Grover and The Megan House Foundation team aim to provide mobile support, care coordination, and communication between Megan’s House Success Coaches and their residents, graduates at Erin’s House, and other alumni living independently after treatment through Health Helm’s mobile app, Trusted Success Coach.  “Staying connected to a trusting and supportive team is a key element for successful recovery,” states Tim Grover, Founder of The Megan House Foundation.  “We are excited to offer our residents and graduates this opportunity,” he continued.

Current residents and graduates using the Trusted Success Coach app report,

  • “I feel connected.  It’s good that [Coach] reaches out to me.  Good to have someone who cares; who keeps me on my toes.”
  • “It keeps me on track.”
  • “It keeps me motivated when I’m having a tough week.”

The Success Coach using the platform reports, ” “The TSC app allows me to better support our residents and graduates.  It provides me a view into their recovery and lives I wouldn’t have otherwise.”

“Using the TSC app keeps me connected to our residents and graduated. It creates a level of comfortability that permits an open dialogue between myself and these young women.”

Health Helm, Inc. — a growing digital health company successfully commercializing a superior post-acute care plan adherence solution — announces its expansion into the chronic care domain with the signing of new customer The Megan House Foundation.  “Joining forces to support its treatment of young adults struggling to overcome the devastation of substance use disorder is a natural fit. Our mobile app and web-based portal are easily configurable and provide a strong closed-loop communication link between clinicians and their charges. The app collects daily lifestyle and behavior choices from those in recovery and maps those choices against the adherence goals of their individual treatment plans.”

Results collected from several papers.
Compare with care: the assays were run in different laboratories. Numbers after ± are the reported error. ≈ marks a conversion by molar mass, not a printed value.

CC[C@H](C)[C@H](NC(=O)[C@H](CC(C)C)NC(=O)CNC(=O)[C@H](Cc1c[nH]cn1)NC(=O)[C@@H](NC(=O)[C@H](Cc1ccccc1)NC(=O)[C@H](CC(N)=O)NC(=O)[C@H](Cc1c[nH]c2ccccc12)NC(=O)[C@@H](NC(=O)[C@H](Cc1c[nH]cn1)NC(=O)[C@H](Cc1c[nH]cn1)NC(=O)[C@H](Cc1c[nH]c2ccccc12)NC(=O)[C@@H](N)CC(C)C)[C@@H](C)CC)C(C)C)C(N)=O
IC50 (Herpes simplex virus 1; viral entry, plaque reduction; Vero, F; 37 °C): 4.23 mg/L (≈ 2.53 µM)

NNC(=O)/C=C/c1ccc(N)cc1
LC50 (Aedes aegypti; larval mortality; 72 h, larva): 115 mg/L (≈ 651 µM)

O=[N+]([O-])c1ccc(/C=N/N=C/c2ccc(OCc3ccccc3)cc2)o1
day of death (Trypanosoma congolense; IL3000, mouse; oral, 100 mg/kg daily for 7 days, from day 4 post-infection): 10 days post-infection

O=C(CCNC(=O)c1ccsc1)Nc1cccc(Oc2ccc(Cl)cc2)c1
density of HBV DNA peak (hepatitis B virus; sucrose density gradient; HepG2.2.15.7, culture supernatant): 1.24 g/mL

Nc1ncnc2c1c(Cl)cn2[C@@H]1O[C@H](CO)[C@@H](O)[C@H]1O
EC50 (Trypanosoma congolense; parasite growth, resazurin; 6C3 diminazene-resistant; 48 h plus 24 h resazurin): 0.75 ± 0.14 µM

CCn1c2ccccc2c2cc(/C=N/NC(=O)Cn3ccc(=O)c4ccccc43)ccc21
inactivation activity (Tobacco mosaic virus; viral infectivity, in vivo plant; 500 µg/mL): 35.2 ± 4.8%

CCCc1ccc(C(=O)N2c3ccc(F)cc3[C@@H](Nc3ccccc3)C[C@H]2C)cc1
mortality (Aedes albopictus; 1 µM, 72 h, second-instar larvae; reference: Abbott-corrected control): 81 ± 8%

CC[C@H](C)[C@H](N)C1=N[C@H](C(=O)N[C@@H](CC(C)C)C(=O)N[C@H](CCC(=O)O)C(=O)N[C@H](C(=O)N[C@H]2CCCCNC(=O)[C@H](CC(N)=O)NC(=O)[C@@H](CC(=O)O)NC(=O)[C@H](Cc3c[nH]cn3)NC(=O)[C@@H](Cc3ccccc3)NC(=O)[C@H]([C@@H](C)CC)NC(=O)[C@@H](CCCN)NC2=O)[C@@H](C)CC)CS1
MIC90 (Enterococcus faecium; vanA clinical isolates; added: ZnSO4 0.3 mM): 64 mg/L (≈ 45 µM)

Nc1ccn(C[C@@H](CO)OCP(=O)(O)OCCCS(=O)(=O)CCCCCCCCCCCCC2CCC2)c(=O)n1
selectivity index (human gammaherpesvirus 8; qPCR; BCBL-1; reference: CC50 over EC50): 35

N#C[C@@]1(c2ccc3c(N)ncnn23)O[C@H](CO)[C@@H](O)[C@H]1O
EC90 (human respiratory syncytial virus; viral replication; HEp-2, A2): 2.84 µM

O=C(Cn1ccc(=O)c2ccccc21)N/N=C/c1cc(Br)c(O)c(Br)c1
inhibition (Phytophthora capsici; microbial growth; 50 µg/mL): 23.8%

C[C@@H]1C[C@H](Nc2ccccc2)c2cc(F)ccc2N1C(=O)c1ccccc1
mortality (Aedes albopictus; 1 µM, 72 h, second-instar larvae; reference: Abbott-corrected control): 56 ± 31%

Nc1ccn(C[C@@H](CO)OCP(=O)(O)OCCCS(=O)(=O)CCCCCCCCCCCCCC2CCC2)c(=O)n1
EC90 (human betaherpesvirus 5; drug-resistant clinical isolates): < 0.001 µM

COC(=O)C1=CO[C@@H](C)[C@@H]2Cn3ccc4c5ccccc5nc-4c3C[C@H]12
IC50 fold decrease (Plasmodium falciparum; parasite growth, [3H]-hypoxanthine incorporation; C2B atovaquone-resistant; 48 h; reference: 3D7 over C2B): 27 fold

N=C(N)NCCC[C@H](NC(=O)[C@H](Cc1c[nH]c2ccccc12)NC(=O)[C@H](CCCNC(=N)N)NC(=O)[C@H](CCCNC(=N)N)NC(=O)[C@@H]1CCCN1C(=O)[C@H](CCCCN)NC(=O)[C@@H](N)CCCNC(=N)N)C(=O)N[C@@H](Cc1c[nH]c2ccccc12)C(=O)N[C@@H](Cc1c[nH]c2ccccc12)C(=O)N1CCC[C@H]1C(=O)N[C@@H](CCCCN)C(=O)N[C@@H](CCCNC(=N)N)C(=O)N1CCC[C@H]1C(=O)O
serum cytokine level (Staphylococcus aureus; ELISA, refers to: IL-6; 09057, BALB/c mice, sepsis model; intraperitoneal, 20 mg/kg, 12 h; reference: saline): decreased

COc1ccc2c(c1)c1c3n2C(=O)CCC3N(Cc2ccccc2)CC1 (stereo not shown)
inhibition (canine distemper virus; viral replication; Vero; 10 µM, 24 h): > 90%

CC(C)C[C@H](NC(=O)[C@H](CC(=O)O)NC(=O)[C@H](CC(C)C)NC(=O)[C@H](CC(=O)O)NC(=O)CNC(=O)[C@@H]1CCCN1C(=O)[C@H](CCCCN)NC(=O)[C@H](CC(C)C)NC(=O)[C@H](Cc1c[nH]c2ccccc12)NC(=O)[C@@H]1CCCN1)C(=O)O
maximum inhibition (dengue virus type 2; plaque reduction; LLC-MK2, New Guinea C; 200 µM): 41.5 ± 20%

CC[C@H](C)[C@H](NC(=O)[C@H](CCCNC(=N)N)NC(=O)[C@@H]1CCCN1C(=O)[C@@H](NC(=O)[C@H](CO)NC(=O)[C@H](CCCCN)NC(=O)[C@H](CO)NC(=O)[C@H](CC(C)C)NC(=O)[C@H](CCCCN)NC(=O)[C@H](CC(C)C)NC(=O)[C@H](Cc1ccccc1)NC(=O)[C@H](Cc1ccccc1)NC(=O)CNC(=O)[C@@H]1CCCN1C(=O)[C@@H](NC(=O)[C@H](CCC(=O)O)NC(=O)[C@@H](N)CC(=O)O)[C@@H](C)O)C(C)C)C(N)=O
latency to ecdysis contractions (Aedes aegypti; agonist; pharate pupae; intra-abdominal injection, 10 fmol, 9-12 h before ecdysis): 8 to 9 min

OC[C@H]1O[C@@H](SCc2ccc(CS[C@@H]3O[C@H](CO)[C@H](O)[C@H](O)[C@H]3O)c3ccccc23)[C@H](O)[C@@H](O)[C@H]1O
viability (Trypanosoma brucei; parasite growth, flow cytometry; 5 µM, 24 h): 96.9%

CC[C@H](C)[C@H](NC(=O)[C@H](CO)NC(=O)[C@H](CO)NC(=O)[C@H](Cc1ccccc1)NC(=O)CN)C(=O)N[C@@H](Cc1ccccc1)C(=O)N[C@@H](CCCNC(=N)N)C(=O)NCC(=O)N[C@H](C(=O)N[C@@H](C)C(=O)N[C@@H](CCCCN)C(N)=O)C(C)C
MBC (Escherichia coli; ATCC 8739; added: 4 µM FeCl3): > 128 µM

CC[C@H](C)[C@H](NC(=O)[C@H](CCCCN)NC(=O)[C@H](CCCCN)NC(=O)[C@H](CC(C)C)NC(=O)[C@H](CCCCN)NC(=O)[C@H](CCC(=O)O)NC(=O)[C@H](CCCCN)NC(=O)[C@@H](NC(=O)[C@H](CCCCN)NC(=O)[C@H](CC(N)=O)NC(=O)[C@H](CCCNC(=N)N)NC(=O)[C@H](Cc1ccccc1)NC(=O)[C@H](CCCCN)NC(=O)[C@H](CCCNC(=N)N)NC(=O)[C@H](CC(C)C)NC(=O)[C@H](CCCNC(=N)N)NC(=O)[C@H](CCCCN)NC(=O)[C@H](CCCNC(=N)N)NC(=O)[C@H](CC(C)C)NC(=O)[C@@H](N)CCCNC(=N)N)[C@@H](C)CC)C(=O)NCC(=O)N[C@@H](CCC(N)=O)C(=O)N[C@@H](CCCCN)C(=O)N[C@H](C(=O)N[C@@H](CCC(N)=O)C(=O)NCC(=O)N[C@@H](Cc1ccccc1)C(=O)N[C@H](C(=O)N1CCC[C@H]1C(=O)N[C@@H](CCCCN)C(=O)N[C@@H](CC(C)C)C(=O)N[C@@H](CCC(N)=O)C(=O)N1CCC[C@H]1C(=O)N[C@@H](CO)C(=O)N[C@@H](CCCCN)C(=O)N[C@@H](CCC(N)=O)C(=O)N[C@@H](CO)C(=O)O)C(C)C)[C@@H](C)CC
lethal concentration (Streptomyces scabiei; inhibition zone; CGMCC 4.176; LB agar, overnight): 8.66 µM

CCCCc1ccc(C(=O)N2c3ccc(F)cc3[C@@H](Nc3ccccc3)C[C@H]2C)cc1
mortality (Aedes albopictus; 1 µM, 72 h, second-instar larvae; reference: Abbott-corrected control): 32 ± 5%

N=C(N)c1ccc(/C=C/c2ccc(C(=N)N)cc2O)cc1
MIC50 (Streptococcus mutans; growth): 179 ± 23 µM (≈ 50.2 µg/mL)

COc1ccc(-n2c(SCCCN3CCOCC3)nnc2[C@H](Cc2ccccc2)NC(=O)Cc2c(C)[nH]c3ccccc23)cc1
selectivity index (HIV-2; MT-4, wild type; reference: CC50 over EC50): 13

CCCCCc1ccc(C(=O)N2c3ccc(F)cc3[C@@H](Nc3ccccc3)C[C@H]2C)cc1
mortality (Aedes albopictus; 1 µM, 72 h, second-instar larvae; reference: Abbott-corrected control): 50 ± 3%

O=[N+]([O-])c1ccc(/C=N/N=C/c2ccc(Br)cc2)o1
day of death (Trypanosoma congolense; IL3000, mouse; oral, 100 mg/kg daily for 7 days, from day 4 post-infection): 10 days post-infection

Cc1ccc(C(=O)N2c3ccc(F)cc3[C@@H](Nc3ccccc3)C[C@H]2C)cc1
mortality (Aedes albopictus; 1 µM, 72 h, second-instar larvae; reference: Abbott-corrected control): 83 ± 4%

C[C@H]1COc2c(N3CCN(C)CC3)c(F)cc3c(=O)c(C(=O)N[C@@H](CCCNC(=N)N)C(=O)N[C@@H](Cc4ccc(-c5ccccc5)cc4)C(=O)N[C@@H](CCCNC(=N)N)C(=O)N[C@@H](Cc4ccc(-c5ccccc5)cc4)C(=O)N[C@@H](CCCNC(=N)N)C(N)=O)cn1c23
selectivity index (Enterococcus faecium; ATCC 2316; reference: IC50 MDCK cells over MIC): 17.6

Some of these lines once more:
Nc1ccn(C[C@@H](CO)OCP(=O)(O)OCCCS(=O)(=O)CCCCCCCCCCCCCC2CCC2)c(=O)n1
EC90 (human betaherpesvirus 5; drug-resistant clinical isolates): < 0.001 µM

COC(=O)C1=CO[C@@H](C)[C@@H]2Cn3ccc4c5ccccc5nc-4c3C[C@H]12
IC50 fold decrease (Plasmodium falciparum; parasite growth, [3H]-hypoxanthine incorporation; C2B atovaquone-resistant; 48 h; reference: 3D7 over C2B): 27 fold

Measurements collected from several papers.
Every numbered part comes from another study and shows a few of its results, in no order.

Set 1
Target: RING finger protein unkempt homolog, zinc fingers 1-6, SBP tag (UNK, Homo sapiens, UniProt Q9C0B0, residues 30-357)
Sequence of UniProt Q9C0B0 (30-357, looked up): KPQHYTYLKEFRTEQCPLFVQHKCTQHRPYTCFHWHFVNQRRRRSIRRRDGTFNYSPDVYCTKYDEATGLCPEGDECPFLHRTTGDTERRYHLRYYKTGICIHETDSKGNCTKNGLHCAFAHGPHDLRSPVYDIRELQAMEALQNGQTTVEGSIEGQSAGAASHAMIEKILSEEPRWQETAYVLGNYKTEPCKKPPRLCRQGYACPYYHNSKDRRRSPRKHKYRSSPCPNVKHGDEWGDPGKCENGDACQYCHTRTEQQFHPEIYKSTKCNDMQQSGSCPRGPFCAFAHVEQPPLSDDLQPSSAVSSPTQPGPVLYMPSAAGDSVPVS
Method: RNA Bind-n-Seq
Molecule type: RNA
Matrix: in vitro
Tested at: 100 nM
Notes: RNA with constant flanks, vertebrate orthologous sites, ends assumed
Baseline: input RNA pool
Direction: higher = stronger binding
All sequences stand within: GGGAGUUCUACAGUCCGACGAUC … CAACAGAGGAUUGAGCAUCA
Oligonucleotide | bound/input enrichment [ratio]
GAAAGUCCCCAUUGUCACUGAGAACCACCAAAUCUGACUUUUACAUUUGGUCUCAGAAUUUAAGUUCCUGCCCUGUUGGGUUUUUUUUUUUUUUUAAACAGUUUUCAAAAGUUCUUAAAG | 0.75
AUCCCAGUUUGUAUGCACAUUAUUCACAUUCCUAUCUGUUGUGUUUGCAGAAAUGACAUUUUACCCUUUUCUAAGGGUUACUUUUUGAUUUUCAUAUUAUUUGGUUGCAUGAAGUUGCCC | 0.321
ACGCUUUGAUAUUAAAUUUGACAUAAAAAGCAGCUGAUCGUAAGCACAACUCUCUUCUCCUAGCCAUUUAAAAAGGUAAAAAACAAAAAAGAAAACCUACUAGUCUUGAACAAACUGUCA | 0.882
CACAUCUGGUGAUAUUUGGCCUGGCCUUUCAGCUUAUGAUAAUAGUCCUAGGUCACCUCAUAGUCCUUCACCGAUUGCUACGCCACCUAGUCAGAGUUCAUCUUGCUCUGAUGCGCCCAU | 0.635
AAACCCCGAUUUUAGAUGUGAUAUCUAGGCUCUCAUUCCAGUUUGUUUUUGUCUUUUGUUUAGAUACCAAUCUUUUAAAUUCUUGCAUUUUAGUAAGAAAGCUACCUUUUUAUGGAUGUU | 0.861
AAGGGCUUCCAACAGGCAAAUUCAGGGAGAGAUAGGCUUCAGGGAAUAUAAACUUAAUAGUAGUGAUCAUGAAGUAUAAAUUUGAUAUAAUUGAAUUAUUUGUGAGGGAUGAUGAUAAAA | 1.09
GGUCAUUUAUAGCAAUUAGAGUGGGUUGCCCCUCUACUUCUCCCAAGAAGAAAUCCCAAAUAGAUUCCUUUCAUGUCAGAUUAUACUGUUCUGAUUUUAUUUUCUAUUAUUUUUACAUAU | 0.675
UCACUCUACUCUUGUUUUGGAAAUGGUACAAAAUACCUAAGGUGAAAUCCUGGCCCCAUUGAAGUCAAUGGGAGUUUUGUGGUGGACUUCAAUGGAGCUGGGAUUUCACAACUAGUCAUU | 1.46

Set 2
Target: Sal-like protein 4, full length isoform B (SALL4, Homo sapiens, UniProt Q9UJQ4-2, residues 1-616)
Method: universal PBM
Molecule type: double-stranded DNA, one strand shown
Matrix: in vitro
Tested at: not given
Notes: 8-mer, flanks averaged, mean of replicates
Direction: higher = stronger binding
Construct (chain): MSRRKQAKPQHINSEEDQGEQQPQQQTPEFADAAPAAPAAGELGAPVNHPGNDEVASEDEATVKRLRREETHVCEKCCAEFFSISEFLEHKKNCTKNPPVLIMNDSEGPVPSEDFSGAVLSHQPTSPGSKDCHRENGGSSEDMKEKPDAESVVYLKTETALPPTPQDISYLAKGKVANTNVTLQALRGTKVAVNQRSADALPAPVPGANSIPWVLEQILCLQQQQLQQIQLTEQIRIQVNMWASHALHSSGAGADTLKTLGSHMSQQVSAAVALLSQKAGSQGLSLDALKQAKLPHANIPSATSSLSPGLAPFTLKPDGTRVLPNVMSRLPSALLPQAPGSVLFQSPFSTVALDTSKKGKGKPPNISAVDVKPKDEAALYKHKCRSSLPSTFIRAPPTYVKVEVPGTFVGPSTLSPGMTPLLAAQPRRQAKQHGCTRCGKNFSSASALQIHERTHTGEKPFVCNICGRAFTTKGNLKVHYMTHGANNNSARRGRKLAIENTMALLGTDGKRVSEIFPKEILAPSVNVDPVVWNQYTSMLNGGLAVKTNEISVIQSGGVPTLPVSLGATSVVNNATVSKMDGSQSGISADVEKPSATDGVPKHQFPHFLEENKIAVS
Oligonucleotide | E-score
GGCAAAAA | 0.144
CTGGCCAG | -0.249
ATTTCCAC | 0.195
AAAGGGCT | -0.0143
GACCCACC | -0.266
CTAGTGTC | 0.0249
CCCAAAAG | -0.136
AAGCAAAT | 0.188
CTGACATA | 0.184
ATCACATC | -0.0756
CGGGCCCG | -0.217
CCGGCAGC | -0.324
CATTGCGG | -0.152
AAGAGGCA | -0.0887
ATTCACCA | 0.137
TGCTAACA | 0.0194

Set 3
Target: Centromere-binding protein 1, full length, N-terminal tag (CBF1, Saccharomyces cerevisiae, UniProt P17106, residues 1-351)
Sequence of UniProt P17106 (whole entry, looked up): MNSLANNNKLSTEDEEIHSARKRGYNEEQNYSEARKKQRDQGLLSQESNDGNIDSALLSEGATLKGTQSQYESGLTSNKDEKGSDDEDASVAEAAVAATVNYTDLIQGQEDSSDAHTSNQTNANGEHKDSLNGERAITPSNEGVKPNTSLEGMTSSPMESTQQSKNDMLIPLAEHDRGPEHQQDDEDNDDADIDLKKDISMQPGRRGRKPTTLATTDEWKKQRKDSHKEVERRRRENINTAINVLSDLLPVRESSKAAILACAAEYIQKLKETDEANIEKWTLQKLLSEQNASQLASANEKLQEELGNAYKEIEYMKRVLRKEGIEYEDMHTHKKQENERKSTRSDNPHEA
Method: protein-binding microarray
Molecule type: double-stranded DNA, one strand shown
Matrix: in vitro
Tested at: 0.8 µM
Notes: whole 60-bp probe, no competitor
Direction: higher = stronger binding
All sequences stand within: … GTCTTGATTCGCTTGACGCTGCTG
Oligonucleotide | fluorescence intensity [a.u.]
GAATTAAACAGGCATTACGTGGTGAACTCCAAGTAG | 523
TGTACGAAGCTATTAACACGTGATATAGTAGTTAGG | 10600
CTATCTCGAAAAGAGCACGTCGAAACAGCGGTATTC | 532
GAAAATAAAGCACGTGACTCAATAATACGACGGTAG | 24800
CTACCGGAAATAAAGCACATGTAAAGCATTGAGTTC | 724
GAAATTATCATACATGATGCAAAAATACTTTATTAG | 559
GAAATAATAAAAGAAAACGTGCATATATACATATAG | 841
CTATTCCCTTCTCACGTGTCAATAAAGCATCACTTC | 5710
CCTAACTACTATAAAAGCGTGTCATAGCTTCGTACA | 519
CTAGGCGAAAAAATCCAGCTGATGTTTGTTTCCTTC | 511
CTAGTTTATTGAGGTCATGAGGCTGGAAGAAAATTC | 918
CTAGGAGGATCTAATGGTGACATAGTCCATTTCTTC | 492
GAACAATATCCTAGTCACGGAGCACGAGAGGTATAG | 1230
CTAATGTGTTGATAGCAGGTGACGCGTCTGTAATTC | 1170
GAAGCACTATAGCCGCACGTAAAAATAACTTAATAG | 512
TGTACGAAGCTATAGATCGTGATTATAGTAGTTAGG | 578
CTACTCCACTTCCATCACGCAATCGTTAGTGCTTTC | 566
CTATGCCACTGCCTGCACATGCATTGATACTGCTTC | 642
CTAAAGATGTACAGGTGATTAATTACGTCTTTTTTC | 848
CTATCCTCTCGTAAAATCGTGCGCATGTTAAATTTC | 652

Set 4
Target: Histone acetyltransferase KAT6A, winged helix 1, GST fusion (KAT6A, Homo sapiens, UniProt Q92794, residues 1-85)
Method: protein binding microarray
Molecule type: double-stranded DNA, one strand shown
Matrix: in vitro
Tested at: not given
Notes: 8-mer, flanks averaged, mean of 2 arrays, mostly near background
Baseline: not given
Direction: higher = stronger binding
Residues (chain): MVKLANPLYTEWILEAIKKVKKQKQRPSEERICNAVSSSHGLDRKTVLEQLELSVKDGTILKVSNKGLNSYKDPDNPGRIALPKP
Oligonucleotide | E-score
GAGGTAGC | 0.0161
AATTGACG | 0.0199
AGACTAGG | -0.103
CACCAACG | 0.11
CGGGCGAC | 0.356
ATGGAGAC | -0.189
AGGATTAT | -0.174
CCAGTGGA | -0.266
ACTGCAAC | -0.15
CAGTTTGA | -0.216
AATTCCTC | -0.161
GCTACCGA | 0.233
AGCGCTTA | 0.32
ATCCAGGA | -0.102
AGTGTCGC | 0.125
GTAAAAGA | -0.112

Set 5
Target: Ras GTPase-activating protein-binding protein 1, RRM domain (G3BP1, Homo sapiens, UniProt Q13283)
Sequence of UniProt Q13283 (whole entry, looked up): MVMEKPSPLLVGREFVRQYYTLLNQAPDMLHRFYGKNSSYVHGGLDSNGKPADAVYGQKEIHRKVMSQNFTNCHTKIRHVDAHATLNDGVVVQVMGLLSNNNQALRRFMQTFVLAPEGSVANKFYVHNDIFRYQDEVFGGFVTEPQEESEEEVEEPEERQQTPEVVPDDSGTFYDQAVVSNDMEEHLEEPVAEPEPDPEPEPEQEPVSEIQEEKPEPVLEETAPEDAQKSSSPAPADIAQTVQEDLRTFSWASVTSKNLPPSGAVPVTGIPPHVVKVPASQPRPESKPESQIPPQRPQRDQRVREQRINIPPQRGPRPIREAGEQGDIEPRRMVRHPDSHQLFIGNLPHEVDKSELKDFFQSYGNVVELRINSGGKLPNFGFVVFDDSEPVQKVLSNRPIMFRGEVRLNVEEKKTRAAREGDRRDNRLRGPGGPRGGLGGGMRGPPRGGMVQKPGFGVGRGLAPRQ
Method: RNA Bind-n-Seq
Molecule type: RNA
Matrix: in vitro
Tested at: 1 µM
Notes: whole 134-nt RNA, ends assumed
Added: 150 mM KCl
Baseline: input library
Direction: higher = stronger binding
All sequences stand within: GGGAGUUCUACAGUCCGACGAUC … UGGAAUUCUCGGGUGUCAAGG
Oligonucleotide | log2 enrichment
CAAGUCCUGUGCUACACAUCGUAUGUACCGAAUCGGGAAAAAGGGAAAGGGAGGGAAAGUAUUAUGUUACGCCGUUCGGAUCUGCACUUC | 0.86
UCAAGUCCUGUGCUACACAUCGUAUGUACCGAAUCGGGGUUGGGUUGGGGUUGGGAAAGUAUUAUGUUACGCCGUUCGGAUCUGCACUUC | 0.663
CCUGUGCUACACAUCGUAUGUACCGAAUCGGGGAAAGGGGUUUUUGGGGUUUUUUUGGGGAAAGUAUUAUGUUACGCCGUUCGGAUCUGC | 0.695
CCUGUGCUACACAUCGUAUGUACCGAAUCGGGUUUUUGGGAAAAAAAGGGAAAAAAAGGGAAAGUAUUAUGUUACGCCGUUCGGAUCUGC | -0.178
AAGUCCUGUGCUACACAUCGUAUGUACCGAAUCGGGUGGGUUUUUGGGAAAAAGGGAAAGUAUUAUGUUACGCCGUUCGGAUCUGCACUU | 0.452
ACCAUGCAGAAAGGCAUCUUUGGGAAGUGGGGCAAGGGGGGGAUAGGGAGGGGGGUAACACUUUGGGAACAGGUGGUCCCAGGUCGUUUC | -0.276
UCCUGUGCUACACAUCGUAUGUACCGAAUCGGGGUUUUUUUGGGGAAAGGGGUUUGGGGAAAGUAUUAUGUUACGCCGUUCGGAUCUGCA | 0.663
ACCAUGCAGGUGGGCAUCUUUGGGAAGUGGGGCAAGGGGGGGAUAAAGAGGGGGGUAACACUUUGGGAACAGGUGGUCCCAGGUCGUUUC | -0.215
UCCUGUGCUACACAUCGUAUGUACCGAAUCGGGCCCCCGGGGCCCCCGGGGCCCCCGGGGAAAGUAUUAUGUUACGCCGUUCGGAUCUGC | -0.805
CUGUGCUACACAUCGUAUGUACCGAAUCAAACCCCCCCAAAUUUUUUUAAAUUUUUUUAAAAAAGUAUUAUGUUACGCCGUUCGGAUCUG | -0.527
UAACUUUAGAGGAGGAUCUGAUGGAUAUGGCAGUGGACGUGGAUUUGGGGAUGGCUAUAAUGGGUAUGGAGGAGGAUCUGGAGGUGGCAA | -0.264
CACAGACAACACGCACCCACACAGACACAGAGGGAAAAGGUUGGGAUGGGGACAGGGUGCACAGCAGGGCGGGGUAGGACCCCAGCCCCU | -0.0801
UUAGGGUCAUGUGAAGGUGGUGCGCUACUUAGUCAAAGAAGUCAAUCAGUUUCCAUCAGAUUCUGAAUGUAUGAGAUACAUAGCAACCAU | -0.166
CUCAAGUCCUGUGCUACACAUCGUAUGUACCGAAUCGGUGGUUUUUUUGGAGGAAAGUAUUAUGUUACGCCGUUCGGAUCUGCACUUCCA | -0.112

“People seeking treatment for addiction are a large, growing, and underserved population,” Ms. McNamara continues. “It complements our continued dedication to the post-acute care market and post-operative markets, like orthopedics, where we continue to invest heavily.” The Megan House Foundation implementation joins together its evidence-based treatment approach with Health Helm’s rich data collection and analytics capabilities.


About The Megan House Foundation, Inc. 

The mission at Megan’s House is to improve the quality of life of its residents through an evidence-based substance abuse treatment program that emphasizes individual dignity, self-respect and empowerment. In doing so the treatment team utilizes flexibility, support and outstanding client services to meet individual needs and establish a culture that promotes wellness and success.

About Health Helm, Inc. 

Health Helm, Inc. has developed its proprietary Trusted Patient Coach and Trusted Success Coach software platform to address the growing problems of high post-discharge hospital readmissions and non-adherence by patients to medications and care plans. This platform closes the communication loop between patients and their clinicians, is configurable to post-acute and chronic conditions, and uses real-time analytics and other functionality to support patients, clinicians, and providers. Health Helm, Inc.TM is led by a team with extensive healthcare, clinical trial, and patient adherence experience.


Last month, our CEO, Pamela McNamara, spoke at the U.S. Navy’s Naval Sea Systems Command (NAVSEA) Leadership in a Diverse Environment. The agenda addressed the challenges and opportunities that women face in leadership positions, both in the Navy and beyond.

McNamara was excited to be involved as NAVSEA launches this empowering movement, at a time where it is more critical than ever. As Admiral John Richardson, Chief of Naval Operations noted, “Diversity shines light on the biases and barriers” faced to win in today’s competitive environment.  Admiral Richardson highlighted the move towards autonomous systems, and the changing role of leaders that can interpret complex situations, adding value and opinions to situations that robots cannot, and executing smart, timely decisions.